A) is evidence of the continuing lack of political will.
Despite his promise to Department of Commerce Assistant
Secretary Bohigian to address IPR violations at the border

SIPDIS
markets after his March 8 visit to Washington, Tlapa failed
to match his statements with actions. His letter claims that
public condemnation of the piracy problem is by itself a
strong signal of government engagement. It further explains
his belief that the appropriate government role is high-level
coordination and makes excuses for the lack of progress and
for why a detailed action plan is not needed, including the
ludicrous statement that GOCR cannot tell us what they are
doing to fight IPR violations because this information is con
fidential.

7. (SBU) Industry watchdog groups feel the Czechs have
dragged their feet developing and implementing their action
plan and should be placed on the Priority Watch List. One
explanation, although hardly excusable, is that the action
plan was developed over the summer vacation season, when many
government employees are out of the office for long periods
of time. Consequently, the action plan was not approved by
the Minister of Industry and Trade until September and
finally presented to government in October. While these
difficulties do not fully mitigate the Czech government's
lack of progress, the action plan is now in place and the
GOCR needs time to demonstrate it will follow through. While
placement on the Special 301 Watch List will send a strong
signal and give needed support to our allies in the Czech
ministries, placement directly on the Priority Watch List
could complicate efforts to constructively engage the Czech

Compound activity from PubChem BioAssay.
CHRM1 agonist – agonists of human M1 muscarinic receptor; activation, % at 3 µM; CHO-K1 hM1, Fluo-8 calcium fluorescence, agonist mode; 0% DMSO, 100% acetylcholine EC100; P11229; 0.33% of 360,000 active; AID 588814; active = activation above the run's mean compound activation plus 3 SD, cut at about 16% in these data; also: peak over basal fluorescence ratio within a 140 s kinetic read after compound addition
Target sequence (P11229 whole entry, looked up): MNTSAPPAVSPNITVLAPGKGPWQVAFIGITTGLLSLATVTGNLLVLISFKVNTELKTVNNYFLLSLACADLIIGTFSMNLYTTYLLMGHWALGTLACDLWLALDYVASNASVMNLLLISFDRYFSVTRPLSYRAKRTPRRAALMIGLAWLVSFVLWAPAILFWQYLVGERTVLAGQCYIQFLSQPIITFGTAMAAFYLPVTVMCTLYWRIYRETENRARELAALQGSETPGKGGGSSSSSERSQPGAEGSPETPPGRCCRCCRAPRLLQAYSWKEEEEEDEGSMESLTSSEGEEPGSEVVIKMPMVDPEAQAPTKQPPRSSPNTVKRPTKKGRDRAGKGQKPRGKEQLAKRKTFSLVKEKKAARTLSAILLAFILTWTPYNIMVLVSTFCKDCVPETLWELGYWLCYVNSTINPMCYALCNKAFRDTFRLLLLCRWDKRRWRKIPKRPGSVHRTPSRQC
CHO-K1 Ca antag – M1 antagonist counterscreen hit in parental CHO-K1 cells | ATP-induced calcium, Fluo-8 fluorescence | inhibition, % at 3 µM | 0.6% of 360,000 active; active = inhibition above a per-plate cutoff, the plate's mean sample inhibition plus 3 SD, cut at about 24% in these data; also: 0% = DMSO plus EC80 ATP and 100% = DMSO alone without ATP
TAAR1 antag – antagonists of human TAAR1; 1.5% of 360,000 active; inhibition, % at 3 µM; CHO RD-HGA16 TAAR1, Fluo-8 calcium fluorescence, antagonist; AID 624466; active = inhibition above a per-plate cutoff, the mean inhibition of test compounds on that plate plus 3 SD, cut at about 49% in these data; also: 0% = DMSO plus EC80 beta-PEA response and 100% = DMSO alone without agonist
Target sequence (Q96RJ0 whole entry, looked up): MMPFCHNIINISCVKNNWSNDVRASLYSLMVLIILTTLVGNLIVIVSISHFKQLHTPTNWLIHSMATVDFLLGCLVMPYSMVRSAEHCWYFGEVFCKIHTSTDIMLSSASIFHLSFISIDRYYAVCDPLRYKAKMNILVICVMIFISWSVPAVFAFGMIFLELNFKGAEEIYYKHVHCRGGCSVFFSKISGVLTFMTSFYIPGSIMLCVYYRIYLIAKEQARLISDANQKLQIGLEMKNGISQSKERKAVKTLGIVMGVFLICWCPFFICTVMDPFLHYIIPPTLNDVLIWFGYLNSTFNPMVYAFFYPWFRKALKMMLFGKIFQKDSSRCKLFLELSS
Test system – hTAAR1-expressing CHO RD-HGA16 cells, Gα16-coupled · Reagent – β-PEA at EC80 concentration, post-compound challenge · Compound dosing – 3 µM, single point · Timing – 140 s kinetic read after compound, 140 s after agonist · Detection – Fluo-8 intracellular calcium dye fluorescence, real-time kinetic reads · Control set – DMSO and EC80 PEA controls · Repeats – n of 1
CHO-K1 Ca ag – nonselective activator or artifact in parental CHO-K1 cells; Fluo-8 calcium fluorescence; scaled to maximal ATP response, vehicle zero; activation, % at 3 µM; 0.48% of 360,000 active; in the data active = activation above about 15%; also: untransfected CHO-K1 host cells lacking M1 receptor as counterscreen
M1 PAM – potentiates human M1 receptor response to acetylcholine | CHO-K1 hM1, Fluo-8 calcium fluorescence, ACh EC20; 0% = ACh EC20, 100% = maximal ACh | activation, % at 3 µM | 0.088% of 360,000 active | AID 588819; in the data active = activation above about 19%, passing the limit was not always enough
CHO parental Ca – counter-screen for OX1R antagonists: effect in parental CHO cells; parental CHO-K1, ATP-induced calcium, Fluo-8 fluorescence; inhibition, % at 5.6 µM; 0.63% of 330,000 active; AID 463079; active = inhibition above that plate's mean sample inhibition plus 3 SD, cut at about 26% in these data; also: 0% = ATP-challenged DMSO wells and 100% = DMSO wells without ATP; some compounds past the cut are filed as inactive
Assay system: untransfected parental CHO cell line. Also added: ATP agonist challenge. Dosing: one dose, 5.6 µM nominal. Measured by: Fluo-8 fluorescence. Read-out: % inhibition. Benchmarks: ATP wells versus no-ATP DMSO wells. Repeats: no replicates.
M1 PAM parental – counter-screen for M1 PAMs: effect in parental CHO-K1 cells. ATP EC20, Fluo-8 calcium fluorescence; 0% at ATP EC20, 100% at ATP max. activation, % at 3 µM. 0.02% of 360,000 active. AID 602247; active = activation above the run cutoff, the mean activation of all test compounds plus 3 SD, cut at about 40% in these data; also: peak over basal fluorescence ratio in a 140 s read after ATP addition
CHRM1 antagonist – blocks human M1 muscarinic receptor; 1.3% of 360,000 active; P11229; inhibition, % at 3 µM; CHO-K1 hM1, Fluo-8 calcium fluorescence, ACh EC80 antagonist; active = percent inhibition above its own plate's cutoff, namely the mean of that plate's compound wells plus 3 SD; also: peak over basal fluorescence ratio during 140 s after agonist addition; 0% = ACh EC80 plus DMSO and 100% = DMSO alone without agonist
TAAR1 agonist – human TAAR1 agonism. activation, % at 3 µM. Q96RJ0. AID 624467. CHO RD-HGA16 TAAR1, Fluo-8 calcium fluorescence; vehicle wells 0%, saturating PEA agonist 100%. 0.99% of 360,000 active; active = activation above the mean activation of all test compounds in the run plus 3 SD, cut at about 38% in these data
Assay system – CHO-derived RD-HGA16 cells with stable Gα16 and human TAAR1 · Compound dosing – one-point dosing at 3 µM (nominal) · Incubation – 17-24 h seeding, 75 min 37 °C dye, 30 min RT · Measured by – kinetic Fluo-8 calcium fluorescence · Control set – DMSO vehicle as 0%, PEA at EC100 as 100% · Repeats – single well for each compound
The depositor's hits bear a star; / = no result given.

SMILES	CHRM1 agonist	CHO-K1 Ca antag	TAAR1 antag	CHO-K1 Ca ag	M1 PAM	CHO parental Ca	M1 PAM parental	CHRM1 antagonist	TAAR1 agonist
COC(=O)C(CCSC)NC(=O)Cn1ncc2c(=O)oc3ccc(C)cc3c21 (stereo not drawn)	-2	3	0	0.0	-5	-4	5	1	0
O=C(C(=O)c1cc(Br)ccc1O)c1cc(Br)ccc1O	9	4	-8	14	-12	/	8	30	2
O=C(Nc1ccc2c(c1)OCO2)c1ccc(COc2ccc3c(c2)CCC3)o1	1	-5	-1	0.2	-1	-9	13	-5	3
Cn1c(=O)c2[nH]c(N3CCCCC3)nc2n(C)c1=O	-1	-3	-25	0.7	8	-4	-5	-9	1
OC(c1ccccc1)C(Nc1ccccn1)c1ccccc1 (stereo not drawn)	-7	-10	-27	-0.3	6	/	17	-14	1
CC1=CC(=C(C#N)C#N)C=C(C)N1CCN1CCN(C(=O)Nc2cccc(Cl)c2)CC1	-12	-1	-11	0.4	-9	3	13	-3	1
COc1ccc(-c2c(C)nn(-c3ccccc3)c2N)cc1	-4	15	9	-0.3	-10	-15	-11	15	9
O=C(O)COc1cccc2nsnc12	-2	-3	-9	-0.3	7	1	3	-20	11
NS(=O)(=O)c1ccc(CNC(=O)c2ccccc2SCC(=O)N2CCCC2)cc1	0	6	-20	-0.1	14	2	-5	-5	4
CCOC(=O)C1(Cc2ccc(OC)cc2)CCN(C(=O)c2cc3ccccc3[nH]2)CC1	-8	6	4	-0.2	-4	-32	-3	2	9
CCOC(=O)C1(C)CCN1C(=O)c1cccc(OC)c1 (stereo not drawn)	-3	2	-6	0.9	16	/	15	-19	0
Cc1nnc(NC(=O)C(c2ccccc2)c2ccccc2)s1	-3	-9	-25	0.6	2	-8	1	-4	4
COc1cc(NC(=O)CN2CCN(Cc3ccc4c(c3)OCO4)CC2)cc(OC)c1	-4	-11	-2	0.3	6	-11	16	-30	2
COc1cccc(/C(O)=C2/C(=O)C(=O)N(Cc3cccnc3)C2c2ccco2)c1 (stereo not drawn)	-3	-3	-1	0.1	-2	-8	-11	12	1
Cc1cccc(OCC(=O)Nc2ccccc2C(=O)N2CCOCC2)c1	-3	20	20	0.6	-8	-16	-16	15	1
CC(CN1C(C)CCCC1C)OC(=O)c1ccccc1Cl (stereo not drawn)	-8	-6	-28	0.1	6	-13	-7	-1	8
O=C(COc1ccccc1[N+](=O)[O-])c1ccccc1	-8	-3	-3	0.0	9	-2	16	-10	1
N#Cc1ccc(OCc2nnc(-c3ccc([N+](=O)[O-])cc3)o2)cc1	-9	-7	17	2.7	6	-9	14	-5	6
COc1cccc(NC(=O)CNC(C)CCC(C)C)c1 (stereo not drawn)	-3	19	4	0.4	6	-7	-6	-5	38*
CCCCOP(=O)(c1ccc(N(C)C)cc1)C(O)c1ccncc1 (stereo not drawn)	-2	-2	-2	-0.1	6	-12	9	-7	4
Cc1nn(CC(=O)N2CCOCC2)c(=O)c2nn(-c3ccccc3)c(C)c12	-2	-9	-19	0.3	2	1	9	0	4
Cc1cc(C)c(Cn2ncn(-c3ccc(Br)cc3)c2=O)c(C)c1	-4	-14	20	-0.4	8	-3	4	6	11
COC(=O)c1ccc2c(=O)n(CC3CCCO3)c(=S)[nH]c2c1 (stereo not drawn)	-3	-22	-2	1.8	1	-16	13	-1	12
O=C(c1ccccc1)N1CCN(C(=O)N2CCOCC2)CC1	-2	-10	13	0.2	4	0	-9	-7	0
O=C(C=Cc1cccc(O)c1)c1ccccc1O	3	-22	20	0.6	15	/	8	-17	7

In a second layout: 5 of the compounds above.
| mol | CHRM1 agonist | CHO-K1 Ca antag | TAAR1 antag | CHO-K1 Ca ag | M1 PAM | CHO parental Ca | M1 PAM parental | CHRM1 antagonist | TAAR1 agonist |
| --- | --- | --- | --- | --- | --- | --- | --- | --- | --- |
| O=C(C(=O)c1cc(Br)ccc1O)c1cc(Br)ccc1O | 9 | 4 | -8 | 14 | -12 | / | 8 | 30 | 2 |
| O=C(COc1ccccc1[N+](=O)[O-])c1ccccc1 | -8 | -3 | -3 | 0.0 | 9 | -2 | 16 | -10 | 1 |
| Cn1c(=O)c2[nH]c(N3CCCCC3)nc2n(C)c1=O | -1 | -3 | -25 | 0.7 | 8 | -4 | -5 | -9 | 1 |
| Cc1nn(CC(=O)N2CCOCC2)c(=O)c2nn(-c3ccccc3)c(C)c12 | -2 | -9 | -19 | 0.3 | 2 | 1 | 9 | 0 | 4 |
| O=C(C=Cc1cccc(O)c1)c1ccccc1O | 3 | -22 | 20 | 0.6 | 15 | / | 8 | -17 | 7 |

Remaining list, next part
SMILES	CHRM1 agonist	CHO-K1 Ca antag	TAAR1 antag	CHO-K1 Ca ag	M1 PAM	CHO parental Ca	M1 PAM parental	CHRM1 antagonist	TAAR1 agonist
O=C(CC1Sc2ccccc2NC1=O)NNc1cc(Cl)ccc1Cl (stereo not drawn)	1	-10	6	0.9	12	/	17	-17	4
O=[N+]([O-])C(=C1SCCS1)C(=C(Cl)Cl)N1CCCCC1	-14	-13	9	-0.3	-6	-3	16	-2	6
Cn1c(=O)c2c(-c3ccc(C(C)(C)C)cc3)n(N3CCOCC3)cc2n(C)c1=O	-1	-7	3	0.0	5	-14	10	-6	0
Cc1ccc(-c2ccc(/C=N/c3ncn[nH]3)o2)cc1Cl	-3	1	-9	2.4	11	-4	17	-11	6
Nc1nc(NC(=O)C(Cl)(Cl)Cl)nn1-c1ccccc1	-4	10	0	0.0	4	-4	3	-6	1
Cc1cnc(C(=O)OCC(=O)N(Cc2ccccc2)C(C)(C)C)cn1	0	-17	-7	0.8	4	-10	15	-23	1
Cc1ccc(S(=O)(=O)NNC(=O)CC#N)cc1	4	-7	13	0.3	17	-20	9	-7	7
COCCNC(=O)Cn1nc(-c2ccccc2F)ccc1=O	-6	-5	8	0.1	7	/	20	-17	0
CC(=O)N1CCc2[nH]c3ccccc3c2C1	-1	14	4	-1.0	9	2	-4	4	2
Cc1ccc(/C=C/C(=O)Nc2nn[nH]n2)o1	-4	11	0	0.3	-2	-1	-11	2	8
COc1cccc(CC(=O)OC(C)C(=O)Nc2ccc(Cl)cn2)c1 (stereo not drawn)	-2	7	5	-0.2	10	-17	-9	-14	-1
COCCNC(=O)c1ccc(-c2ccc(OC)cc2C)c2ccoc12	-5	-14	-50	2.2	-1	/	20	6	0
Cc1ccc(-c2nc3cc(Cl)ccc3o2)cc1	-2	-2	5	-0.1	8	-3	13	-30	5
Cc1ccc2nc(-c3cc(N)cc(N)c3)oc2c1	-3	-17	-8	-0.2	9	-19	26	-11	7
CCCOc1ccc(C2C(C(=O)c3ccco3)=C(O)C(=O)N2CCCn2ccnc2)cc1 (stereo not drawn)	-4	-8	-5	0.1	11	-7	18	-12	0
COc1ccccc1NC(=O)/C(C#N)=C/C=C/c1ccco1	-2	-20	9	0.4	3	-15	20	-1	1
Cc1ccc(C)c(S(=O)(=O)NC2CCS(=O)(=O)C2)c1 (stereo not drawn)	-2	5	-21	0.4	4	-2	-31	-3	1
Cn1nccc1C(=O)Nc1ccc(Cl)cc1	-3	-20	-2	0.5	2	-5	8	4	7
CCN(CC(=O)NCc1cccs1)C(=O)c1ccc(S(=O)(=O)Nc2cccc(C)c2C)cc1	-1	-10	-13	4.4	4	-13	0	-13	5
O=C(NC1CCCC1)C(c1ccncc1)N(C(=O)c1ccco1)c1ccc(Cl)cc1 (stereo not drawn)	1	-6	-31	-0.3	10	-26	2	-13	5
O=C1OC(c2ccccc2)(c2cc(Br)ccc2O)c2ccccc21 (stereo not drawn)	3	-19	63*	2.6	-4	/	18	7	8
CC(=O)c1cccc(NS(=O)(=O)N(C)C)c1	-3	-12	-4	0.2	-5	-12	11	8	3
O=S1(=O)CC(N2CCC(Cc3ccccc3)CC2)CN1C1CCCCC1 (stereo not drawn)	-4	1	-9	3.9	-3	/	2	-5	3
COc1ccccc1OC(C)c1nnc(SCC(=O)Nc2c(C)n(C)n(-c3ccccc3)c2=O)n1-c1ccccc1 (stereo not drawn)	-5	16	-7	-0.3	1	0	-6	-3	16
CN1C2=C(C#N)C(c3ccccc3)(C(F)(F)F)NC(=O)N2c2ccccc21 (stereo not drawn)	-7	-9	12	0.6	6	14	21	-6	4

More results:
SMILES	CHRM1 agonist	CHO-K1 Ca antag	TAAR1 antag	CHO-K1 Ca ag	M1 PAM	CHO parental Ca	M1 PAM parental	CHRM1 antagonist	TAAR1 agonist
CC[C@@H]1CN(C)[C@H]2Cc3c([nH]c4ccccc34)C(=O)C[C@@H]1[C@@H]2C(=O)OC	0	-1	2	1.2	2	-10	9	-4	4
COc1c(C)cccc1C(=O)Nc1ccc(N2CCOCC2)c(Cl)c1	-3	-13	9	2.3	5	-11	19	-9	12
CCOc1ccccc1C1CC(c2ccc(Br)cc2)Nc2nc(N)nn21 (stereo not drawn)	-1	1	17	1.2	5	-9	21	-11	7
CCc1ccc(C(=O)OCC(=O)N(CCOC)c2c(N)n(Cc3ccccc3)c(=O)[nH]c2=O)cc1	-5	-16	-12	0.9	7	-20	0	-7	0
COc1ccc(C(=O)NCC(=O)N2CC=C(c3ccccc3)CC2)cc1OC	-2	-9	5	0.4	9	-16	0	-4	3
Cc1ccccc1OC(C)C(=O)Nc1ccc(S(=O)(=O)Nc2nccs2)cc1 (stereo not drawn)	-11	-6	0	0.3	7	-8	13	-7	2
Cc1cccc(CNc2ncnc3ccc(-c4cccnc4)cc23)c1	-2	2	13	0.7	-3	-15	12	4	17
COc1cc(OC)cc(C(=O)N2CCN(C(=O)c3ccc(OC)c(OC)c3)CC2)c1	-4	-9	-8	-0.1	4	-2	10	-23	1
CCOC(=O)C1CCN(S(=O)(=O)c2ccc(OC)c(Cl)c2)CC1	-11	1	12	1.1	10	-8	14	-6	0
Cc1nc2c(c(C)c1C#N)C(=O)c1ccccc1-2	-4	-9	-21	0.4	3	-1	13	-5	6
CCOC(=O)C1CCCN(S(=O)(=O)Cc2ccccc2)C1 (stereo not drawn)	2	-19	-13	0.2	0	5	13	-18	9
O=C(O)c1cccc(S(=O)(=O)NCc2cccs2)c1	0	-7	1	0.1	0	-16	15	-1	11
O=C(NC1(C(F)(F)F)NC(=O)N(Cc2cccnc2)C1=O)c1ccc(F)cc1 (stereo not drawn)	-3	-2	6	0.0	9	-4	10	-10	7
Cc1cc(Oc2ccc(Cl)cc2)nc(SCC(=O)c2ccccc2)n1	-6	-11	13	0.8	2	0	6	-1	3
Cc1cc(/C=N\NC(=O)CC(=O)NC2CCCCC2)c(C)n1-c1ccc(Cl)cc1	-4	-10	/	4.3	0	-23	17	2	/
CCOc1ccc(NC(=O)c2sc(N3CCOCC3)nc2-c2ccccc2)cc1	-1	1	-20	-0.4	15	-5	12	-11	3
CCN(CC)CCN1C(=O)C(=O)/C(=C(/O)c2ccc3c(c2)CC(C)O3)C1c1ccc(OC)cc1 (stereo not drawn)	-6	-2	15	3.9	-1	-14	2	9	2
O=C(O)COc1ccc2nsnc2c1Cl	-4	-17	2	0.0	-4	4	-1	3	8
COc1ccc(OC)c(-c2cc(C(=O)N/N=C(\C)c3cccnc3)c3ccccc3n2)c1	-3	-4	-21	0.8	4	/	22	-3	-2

government in the future.

Rollout Plan
------- ----
8. (SBU) Post continues to sensitize Czech officials about
the possibility of being placed on the Watch List and we are
developing a rollout strategy to inform the relevant
ministries about the upcoming OCR decision. Any information
Washington can provide on the timing of the OCR decision
process will be greatly appreciated. Despite our repeated
warnings, we believe that most Czechs will be somewhat
surprised if they are placed on the Watch List. The GOCR has
listed IPR issues (specifically in relation to China) as a
priority during EU Presidency, and being placed on the Watch
List could cause some embarrassment. Although a handful of
people with the most sober understanding of the situation and
process are aware of this reality, most simply do not believe
the USG will take this action because of other bilateral
political considerations such as missile defense. Placement
on the Special 301 Watch List will provide political cover
for our allies within the Czech government, allowing them to
push through needed improvements to the IPR situation without
alienating or leaving them feeling hopeless by jumping ahead
to the Priority Watch List.
Graber